UNHCR doubles grant for Afghan refugees returning home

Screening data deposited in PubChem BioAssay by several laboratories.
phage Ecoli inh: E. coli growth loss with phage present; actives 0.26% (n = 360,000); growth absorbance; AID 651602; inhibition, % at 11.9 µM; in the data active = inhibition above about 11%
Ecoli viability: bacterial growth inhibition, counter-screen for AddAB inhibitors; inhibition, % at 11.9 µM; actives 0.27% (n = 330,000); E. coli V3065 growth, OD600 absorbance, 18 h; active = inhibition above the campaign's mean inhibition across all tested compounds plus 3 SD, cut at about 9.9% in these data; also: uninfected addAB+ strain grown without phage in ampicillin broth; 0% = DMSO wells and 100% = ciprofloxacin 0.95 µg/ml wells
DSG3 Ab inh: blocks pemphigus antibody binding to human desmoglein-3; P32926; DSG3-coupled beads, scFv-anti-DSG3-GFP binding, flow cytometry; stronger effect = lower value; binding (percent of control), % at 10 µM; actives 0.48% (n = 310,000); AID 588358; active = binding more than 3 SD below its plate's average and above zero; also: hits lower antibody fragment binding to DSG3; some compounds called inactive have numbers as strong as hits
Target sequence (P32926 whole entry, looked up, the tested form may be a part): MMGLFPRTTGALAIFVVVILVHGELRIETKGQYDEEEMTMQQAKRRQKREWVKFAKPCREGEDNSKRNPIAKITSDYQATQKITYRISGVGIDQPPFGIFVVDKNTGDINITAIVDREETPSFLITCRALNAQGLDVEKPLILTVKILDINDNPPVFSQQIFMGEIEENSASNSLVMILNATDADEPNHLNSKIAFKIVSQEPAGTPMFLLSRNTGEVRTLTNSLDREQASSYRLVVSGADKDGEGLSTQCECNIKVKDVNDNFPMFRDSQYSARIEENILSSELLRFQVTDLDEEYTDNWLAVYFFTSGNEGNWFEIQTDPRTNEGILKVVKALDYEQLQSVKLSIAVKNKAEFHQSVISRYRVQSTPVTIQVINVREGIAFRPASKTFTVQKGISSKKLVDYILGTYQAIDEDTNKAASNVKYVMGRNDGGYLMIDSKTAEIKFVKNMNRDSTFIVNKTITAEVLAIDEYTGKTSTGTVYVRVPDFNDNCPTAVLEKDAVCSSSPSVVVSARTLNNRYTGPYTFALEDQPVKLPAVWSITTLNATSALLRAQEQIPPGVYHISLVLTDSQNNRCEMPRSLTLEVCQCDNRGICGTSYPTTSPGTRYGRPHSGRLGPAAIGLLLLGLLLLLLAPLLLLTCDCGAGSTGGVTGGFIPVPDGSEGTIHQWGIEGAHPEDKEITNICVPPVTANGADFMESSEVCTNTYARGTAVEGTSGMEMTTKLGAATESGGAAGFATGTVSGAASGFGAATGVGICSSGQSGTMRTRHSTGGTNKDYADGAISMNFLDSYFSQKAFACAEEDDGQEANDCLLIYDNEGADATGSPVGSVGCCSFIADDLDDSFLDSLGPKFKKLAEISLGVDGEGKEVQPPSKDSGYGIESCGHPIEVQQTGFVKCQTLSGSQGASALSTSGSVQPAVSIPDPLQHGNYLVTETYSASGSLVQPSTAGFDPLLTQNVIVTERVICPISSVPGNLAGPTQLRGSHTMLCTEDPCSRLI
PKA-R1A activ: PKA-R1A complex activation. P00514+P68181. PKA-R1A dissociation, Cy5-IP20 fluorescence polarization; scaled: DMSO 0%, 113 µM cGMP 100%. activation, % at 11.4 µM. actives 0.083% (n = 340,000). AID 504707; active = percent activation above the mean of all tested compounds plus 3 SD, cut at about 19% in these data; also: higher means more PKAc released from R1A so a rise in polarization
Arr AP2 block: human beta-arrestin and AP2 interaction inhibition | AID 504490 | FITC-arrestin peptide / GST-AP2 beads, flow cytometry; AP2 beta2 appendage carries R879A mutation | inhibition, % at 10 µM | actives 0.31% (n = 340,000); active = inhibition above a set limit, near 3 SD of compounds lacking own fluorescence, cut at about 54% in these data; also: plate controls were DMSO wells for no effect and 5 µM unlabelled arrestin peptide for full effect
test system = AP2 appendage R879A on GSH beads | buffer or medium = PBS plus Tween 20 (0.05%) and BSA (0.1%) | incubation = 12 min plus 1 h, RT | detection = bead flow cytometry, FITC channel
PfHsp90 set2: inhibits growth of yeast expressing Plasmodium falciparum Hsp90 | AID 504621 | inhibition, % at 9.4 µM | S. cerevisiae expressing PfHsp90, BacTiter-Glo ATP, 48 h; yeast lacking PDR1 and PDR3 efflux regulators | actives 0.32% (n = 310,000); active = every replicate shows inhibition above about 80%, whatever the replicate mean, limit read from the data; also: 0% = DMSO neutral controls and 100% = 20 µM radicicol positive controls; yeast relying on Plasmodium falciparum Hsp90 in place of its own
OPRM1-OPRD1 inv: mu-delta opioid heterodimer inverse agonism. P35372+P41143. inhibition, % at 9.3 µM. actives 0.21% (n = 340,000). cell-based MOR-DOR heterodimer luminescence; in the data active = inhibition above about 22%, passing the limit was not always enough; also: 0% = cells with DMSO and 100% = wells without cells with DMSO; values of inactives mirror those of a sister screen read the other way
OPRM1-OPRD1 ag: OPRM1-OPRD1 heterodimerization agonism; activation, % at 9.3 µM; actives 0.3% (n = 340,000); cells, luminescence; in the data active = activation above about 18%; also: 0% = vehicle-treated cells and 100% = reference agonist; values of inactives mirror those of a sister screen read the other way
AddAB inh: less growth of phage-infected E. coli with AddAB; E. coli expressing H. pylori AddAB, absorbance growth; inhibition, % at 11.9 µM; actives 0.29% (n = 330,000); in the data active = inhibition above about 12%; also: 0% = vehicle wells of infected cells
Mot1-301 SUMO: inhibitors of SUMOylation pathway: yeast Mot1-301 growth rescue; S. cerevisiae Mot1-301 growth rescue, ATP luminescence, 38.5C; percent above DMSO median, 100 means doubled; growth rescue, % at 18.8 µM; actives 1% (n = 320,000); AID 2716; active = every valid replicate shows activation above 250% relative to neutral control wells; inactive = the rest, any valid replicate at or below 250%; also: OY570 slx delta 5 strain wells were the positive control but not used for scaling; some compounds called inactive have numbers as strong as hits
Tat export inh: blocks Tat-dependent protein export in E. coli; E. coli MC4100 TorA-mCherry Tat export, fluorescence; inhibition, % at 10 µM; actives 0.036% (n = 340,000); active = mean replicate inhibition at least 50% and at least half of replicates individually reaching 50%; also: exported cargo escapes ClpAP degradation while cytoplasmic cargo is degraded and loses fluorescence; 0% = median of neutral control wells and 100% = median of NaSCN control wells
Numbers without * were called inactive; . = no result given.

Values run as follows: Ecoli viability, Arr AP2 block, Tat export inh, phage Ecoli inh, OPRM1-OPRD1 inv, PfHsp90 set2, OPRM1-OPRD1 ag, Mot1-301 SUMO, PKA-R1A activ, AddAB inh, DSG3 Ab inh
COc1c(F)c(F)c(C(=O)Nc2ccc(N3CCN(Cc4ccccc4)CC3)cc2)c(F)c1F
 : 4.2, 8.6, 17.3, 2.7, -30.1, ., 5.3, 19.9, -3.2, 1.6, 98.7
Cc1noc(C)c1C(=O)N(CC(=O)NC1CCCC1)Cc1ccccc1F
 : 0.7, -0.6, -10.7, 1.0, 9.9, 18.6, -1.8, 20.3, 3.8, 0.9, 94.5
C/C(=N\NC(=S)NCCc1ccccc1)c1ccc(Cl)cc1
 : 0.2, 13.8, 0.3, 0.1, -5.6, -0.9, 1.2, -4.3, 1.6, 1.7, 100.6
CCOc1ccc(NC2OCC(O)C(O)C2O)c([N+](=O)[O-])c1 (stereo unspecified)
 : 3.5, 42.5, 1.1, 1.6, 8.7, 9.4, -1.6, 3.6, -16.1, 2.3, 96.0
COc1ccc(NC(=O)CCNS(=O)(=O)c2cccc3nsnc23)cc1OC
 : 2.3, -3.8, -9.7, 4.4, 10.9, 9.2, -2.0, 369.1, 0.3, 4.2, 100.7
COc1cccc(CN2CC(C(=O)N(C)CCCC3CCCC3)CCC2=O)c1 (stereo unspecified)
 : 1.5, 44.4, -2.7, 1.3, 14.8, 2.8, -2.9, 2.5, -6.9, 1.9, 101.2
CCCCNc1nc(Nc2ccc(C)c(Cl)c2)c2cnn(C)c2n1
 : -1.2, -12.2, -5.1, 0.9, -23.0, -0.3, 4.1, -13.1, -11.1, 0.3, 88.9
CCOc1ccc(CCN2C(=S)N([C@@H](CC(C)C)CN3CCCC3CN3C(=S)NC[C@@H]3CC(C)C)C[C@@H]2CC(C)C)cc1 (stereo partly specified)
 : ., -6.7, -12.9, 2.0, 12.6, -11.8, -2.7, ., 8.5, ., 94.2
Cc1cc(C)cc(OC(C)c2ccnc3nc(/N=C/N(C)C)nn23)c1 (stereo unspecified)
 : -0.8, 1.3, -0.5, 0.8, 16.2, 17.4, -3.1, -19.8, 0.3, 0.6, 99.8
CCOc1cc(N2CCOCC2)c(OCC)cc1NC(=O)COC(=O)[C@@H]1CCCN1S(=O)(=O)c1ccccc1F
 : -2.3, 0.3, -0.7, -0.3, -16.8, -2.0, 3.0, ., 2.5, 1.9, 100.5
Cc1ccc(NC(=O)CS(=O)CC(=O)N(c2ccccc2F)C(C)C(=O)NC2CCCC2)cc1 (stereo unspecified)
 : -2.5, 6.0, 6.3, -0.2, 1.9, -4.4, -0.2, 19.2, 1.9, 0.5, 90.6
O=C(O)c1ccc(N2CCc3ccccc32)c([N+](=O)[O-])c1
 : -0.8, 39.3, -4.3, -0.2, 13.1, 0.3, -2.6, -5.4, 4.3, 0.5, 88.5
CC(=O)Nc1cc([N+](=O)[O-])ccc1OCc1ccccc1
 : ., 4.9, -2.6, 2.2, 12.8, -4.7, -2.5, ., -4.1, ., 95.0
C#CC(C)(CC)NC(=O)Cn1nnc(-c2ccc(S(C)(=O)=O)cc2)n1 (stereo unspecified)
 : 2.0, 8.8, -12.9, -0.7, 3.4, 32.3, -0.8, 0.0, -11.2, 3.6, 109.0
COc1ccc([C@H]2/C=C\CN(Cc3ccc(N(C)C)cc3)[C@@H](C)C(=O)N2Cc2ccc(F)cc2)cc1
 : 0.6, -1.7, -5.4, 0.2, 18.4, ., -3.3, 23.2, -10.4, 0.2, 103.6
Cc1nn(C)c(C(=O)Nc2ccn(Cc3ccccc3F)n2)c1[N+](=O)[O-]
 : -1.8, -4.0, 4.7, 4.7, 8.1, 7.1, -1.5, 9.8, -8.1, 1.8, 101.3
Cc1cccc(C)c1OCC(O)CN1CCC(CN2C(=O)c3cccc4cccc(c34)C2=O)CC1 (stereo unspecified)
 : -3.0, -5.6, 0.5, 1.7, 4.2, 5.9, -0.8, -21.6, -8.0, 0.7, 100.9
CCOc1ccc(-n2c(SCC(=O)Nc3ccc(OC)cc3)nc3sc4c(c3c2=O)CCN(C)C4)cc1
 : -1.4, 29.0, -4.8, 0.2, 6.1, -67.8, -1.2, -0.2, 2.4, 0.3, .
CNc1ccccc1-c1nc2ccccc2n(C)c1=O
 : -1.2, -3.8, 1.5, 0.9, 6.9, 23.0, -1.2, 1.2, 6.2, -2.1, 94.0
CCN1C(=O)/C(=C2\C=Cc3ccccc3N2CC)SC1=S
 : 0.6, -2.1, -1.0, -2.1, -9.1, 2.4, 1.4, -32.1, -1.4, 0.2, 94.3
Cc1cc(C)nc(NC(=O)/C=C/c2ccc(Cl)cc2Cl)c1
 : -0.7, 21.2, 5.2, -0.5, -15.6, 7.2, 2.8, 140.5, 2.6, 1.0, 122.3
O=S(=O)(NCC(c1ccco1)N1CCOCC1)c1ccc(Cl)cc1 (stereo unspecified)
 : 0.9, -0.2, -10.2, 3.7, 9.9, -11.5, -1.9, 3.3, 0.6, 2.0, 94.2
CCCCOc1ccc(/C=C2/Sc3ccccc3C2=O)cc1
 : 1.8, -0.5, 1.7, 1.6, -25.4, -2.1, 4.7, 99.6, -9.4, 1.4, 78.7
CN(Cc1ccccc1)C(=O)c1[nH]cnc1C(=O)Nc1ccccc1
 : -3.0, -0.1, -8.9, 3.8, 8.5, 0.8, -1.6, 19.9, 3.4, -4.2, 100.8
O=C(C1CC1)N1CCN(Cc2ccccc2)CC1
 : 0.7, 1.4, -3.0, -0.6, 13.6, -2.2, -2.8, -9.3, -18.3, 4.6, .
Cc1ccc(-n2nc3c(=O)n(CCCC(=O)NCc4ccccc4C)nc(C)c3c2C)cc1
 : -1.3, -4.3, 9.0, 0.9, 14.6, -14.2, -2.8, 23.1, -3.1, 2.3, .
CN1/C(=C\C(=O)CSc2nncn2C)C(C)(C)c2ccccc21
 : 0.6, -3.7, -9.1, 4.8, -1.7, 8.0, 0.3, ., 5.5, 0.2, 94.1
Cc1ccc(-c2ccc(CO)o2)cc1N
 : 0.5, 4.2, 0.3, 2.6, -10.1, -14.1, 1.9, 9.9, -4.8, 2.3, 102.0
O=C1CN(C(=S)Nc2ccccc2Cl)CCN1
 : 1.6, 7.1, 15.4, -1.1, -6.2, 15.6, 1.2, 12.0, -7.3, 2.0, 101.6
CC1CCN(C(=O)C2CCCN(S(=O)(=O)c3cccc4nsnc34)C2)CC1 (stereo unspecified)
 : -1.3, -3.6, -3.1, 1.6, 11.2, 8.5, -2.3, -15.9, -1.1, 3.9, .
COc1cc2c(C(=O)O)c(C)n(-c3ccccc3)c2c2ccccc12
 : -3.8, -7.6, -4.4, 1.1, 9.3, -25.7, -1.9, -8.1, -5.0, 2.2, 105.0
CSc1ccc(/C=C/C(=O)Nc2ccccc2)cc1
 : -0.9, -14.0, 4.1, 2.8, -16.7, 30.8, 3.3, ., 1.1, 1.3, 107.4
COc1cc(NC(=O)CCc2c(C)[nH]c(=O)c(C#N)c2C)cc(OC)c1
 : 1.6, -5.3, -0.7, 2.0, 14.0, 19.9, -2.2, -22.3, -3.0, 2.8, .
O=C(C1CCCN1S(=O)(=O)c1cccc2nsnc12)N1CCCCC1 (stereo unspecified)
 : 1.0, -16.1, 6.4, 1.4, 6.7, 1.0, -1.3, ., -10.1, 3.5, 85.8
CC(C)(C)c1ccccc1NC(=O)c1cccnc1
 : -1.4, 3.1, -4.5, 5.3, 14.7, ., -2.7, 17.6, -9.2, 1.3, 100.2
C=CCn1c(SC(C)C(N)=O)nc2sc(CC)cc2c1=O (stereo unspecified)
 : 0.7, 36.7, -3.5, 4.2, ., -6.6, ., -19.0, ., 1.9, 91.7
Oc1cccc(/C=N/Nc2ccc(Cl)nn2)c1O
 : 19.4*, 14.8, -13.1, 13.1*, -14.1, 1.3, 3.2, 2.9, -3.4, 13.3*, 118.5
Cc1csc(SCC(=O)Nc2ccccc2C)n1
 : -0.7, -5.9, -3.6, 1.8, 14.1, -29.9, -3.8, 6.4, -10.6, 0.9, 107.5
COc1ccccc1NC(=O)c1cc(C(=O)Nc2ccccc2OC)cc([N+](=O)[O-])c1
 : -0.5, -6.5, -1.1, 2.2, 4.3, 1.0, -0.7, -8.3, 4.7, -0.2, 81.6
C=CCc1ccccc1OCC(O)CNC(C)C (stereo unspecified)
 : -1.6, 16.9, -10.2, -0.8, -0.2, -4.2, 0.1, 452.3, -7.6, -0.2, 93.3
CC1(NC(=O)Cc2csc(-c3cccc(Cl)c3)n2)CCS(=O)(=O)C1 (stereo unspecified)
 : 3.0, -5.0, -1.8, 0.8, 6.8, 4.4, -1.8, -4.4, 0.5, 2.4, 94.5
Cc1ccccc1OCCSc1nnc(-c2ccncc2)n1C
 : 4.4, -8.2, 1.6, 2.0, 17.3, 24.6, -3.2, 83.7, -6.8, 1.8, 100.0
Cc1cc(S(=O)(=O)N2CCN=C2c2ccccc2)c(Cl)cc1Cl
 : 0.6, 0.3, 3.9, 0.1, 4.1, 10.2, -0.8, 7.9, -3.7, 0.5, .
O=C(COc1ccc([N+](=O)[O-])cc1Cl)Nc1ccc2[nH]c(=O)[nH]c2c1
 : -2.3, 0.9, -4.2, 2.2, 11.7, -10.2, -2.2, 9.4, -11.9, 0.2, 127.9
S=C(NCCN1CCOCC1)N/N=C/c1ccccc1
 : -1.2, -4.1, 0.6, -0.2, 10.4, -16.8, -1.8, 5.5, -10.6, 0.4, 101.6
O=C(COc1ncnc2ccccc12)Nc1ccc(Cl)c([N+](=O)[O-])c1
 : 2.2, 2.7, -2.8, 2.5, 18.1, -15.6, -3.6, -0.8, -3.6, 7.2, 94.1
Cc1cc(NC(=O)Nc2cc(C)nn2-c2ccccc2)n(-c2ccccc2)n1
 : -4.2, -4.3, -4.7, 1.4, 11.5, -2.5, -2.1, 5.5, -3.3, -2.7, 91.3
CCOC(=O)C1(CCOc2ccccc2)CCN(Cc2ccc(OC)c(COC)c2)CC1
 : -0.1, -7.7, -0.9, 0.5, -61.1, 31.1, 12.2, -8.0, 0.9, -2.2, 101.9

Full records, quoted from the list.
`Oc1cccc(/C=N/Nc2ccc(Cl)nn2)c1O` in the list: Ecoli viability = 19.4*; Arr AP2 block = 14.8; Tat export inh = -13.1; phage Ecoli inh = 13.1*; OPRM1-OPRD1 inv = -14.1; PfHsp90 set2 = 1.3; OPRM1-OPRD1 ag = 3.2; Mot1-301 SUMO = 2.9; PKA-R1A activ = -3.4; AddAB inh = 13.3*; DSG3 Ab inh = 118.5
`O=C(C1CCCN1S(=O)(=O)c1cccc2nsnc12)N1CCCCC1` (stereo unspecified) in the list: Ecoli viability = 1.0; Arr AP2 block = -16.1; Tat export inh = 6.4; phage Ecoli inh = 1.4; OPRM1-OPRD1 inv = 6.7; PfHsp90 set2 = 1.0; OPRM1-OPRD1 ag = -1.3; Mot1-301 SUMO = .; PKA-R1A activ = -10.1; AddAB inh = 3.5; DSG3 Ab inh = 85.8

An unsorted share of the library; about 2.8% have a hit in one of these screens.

Islamabad: The United Nations refugee agency on Wednesday said it would increase assistance package for registered Afghan refugees who were opting to return to Afghanistan under the UNHCR facilitated voluntary return programme. UN High Commissioner for Refugees Filippo Grandi made the announcement as he concluded his first tri-nation visit to Afghanistan, Iran and Pakistan, Xinhua news ageny reported.  "As an immediate step, he announced to double the existing individual assistance package for returnees from an average of $200 to $400 per person," the official said. Grandi assured Pakistan of the UNHCR's continued support in assisting the 1.5 million Afghan refugees currently residing in the country. The Proof of Registration Cards or PoRs, that allow registered Afghan refugees to stay in Pakistan will expire on June 30 and the government has not yet extended its period. Afghan officials said they have requested Pakistan to extend the PoR cards for two more years so they are able to make arrangements to accommodate the returnees. Besides the registered ones, Pakistan also hosts about one million un-registered Afghan refugees. Islamabad and Kabul have agreed on a plan to document the unregistered Afghans. There is now a concerted push from the Pakistani government to repatriate a large number of the almost one million refugees living in Peshawar. UNHCR has set aside funds for 60,000 returnees. But so far this year just over 6,000 have actually crossed the border permanently, according to the UN agency. The high commissioner also called on the international community to redouble their engagement in Afghanistan and support Afghan government's efforts at this critical juncture of its nation building and reconciliation processes. Commending Pakistan's generosity for hosting one of the world's largest protracted refugee populations, the high commissioner said the international community needs to support solutions in Afghanistan through robust development investments. "Traditional approaches to solving protracted refugee situations were not enough and therefore there is a need for innovative solutions," Grandi said.